It was just after Paul left, I had a week of being sad. So sad.. I remained on my bed. I was sad, and going mad.. Mad, because penetrating the walls and into my head, were the cried of roosters, babies screaming, and buses honking, and I am going dehydrated just laying here sweating away… “What the hell am I still doing here in Panama??!!”
I asked the ceiling, “What to do next? Where to go? Where is the damn “off button” for this racket?”
After a few days of of total hit-rock-bottom-sadness, and madness, I resisted to stay in the dark. I went to practice meditation. With yoga, I addressed the tightness in my muscles, the pain in my heart and allowed myself to take deeper breaths. It was a first step.
That week, just after Valentines day, we had some new faces at the house. Marta and Bruno arrived from Portugal. Backpackers with hippie vibes and big smiles. They travelled for years in vans and hitchhiked, so they understood where I was coming from as I couldn’t hide my troubles. I shared with them my hopes for continuing to travel South America. They agreed and assured me “If you still want to do it, you got to fight for it. There is always a way.” They shared inspiring stories about other travellers who pursued travelling despite lack of money or failed relationships. I enjoyed the story of the french guy, who they met. He started with no money and made it from Europe to the Arctic and the US (No, not Paul.) It sounded hardcore what guys, like him, do. Nonetheless, it’s inspiring.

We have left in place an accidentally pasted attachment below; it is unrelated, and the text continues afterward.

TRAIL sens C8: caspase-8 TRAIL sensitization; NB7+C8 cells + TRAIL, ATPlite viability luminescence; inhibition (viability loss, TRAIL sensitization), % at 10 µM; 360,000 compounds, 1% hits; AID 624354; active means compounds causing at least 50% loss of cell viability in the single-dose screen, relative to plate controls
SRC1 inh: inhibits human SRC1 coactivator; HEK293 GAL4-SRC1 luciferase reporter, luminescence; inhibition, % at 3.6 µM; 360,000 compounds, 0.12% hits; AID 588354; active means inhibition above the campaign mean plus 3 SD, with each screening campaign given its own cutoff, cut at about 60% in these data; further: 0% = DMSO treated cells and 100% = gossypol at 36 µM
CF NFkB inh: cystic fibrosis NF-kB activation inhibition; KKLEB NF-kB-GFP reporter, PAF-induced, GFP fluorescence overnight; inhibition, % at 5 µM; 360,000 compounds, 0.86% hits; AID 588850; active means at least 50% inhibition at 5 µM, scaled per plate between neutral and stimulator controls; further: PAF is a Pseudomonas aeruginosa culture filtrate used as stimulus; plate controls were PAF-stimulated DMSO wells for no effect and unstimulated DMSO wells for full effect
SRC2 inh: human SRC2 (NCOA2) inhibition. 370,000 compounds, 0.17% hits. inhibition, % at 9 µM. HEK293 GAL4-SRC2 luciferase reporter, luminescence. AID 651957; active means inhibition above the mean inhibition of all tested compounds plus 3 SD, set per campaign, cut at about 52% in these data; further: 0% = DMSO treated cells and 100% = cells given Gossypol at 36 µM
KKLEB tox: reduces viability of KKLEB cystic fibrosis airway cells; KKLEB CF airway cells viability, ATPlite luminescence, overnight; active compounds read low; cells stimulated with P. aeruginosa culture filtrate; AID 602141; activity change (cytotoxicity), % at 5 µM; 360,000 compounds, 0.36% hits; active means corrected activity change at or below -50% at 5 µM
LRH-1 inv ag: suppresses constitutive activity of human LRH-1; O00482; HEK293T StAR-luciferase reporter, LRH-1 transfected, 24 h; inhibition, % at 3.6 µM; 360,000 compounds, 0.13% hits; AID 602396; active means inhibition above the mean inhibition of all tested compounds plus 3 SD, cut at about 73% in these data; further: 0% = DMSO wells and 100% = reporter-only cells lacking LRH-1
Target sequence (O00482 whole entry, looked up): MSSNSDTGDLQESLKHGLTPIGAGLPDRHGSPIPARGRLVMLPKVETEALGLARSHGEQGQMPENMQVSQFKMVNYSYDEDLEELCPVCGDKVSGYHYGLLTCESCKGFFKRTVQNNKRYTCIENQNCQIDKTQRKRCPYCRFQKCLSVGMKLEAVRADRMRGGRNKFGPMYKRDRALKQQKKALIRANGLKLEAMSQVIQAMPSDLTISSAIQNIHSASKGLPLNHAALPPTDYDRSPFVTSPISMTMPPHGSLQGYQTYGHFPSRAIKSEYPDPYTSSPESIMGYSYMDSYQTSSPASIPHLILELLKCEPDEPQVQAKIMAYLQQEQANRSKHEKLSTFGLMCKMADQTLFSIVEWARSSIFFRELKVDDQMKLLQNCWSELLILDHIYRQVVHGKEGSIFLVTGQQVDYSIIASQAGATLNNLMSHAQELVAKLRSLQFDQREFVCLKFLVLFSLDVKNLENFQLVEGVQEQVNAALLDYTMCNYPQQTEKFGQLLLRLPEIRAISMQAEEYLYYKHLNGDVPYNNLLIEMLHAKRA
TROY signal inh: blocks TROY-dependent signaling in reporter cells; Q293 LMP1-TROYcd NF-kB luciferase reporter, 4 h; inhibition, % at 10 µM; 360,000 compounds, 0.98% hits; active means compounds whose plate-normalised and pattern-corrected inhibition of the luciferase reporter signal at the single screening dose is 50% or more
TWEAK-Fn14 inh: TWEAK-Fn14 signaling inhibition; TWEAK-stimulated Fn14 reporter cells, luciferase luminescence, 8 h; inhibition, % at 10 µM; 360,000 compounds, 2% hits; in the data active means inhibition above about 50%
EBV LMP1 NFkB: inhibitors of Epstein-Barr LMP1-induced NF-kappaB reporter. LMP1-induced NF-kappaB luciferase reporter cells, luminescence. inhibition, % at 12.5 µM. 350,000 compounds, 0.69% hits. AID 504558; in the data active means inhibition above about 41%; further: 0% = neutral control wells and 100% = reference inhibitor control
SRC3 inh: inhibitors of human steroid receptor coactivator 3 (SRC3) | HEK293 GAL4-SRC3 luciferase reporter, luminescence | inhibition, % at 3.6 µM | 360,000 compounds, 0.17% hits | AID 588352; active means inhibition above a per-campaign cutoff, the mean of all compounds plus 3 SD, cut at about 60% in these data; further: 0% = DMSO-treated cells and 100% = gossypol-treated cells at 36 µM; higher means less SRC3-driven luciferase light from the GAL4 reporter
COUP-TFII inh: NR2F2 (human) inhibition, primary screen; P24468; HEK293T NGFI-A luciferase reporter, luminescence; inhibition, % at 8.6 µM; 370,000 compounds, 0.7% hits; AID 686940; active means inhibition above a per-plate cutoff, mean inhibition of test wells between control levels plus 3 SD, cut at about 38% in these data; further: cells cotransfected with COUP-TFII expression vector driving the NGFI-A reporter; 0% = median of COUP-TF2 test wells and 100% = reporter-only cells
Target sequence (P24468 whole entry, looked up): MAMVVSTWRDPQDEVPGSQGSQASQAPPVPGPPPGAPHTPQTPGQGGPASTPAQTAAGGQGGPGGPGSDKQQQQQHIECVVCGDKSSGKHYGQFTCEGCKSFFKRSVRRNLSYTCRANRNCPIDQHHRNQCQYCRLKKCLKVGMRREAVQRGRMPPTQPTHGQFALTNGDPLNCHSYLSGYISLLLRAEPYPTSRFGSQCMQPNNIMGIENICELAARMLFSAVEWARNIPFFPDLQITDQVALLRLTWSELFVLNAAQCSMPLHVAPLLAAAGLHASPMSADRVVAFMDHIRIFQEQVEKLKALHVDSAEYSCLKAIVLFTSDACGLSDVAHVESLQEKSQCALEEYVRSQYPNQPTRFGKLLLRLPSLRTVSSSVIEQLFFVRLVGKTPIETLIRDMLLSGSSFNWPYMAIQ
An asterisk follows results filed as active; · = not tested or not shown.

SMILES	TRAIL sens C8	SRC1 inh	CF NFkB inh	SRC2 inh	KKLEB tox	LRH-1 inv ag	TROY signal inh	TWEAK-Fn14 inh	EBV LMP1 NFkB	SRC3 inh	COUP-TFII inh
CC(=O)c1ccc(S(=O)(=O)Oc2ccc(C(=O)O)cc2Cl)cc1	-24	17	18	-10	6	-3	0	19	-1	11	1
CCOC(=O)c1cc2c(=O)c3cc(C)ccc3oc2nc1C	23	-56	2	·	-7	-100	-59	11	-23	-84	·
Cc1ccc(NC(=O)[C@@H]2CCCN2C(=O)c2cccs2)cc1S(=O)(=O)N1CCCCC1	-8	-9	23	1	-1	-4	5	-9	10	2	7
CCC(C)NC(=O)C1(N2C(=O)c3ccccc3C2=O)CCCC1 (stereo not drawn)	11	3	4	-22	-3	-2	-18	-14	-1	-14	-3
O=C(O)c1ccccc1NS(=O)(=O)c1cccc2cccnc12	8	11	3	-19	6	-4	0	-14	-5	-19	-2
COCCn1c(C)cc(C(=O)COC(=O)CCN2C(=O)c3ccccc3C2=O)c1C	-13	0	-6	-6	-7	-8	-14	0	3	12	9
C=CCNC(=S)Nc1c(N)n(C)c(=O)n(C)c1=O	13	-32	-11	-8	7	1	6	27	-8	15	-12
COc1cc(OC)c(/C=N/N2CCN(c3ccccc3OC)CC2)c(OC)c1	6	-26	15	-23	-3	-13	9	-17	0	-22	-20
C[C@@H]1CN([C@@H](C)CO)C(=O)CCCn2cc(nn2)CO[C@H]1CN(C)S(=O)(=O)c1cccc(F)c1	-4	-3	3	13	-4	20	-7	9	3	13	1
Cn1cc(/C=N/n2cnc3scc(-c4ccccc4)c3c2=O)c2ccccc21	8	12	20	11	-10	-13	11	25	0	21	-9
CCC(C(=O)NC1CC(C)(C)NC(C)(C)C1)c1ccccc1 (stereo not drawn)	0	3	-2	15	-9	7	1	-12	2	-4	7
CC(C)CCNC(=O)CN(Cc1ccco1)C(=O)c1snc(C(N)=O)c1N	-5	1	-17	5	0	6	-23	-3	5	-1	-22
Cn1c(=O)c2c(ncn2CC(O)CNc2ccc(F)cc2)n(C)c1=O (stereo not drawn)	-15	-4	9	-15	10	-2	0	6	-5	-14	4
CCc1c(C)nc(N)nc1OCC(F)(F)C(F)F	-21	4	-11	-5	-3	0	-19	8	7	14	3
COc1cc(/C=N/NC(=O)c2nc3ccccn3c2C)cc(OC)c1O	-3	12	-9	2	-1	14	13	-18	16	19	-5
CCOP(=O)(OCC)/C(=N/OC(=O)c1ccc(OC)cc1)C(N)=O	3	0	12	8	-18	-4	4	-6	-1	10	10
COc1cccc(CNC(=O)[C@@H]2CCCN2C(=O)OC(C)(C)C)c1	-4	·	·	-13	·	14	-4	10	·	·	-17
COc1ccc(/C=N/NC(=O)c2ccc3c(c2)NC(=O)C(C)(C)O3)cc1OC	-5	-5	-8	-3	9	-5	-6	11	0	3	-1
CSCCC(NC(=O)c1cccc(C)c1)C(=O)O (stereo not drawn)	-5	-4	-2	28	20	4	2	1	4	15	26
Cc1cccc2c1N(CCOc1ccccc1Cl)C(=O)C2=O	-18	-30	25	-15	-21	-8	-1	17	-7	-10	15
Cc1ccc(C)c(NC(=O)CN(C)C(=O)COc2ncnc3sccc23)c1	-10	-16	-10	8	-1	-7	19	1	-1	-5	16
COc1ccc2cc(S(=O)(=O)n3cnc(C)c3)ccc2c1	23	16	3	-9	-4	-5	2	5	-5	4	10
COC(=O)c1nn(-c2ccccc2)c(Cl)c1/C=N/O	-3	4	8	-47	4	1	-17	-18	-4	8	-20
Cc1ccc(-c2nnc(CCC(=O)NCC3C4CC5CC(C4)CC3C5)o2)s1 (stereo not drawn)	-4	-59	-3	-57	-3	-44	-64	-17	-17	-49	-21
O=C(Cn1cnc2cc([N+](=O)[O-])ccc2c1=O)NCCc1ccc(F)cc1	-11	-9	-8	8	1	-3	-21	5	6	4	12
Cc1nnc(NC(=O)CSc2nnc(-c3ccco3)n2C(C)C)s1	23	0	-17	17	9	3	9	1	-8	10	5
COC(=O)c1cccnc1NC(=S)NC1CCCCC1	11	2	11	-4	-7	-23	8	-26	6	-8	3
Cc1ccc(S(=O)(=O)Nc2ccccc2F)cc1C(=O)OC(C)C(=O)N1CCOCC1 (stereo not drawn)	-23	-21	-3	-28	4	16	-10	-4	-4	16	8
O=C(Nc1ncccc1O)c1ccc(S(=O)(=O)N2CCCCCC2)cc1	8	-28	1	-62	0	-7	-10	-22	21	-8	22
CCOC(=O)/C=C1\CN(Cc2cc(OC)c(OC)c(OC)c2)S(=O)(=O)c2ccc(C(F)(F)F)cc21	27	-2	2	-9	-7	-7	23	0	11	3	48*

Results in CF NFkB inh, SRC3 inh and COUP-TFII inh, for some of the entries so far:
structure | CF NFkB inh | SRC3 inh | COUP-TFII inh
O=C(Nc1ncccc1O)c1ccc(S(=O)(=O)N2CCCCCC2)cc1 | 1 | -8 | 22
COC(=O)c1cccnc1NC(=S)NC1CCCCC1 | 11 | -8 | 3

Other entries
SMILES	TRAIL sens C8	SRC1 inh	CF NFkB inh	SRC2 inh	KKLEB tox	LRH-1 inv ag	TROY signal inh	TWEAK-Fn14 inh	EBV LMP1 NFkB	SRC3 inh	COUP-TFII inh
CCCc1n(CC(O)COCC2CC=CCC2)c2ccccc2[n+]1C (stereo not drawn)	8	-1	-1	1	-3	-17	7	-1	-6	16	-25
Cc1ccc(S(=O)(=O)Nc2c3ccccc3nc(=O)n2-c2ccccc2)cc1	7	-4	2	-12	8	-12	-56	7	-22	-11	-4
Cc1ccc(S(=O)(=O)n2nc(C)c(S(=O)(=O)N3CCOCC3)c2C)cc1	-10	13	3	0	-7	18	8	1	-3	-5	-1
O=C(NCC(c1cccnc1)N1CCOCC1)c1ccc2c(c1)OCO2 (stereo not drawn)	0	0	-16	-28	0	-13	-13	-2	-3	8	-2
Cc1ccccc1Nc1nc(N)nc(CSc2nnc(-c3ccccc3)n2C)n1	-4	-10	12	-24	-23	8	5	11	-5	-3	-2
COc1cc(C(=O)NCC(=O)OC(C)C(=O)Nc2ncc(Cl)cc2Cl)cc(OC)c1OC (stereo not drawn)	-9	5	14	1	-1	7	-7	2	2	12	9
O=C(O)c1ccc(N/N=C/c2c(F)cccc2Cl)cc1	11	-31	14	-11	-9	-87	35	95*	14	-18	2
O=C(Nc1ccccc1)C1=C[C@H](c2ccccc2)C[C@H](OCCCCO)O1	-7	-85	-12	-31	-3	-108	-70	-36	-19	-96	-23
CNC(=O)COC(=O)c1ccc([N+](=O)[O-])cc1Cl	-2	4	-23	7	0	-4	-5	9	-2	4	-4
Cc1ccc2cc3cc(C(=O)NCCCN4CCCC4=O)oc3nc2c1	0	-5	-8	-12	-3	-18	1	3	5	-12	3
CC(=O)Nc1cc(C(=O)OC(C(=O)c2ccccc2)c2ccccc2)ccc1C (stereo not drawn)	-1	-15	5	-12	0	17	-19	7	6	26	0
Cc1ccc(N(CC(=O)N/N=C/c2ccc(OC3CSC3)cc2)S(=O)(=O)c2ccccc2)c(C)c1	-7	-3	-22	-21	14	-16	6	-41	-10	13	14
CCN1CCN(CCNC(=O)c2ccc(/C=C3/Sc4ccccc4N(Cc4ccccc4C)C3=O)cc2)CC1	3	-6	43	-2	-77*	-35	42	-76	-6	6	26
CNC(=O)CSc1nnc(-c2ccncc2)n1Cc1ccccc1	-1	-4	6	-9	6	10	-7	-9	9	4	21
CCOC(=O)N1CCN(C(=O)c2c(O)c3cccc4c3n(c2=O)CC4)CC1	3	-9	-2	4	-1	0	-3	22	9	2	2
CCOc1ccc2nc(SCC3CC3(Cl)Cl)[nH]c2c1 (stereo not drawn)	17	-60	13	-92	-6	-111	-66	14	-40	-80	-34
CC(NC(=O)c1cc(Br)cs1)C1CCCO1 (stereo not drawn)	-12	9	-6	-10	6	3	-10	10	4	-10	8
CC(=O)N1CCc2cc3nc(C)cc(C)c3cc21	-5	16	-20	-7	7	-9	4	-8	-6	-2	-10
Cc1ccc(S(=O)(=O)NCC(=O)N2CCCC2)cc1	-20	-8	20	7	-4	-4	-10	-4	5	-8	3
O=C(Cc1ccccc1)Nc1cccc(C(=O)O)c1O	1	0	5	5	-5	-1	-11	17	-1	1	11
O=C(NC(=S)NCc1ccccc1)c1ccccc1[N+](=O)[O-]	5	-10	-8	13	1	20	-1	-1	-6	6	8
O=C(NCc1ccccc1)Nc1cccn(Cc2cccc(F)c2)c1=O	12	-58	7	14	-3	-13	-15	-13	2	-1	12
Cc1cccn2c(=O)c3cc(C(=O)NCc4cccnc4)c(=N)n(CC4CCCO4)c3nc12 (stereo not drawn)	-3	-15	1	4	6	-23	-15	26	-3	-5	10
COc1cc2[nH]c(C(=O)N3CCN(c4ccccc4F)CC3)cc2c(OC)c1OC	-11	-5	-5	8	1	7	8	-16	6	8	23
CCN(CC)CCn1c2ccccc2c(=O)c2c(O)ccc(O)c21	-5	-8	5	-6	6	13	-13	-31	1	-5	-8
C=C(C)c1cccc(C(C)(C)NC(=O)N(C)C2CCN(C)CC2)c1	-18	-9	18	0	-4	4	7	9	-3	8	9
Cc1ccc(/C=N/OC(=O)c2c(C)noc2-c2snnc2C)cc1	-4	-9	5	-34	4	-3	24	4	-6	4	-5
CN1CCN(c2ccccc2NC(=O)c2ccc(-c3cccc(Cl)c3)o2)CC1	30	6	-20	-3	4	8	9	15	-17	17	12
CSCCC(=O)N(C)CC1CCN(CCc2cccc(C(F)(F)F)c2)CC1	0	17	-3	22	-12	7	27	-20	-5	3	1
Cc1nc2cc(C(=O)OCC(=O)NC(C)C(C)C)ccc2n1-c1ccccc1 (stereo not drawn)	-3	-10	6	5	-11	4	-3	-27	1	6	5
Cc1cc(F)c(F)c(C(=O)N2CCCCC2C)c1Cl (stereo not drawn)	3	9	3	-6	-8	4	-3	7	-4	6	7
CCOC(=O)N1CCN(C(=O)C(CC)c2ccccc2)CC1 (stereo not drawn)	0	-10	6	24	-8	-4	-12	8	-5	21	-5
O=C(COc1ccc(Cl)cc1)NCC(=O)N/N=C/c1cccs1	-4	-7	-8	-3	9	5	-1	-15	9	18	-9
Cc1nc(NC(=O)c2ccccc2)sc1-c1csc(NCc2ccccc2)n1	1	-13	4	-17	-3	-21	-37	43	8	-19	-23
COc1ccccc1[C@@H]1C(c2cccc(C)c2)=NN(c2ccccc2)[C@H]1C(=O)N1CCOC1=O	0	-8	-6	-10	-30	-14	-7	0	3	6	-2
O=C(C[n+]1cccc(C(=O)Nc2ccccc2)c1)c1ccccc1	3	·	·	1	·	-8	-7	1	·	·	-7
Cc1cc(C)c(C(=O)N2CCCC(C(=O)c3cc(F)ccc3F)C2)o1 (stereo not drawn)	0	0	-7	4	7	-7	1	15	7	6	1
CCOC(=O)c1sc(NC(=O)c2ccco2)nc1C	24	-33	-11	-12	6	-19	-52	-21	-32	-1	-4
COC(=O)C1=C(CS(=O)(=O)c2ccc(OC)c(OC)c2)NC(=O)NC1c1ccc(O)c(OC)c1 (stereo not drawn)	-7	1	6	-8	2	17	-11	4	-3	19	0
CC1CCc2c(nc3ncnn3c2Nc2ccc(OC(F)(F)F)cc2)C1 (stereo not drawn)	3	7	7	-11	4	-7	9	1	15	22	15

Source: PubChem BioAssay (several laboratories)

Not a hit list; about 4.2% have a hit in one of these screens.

I need a dolla’
With more motivation, I went back to address the question, what was next? I am going broke, so I gotta work. Maybe it was the opportunity to go else where, get a visa, and work. There was an idea of New Zealand, finding my friend in Grenada, or just going to Europe with a friend in Costa Rica who suggested to help sell jewelry, it was a bit late to go back to Costa Rica for high season. Staying in Panama to work was the last options. I couldn’t stay here much longer. Its loud, there’s a lot of traffic, another fast driven capitalized wasteland, that’s overwhelming to thrive in. Sure, it’s a wealthier economy that invites the American to stay. But if I have to commit to a 6 moth work visa… then no. It was not want I wanted.
No, I was not ready to give up the tour for staying in Panama, or working on another continent, nor joining someone else.
What I had, was materials to make jewelry. Previously, back Costa Rica, La Fortuna, I met some artisans from Costa Rica, Cuba, and Argentina, selling their crafts. They inspired me, and showed me, how to make knots on thread and twists with metal wire. When I went to Guatemala for New Years, I bough wax thread and gemstones. When I went back to Costa Rica, I ran into one of the artisans, Javier, in the capital, San Jose, by chance. I was looking for a place to stay (after wandering in the sketchy red zone for a place to sleep). Javier helped me find the best deals on tools for wire wrapping. And now, I was in Panama with a bagful of materials with Leslie who owns an online jewelry shop. I had the time to start experimenting. My first piece, was a bracelet with a white stone. It was a pleasure to create things to ease my mind and the results me happy. I would be happy to create and make beautiful things if it’s what will feed me, like gardening.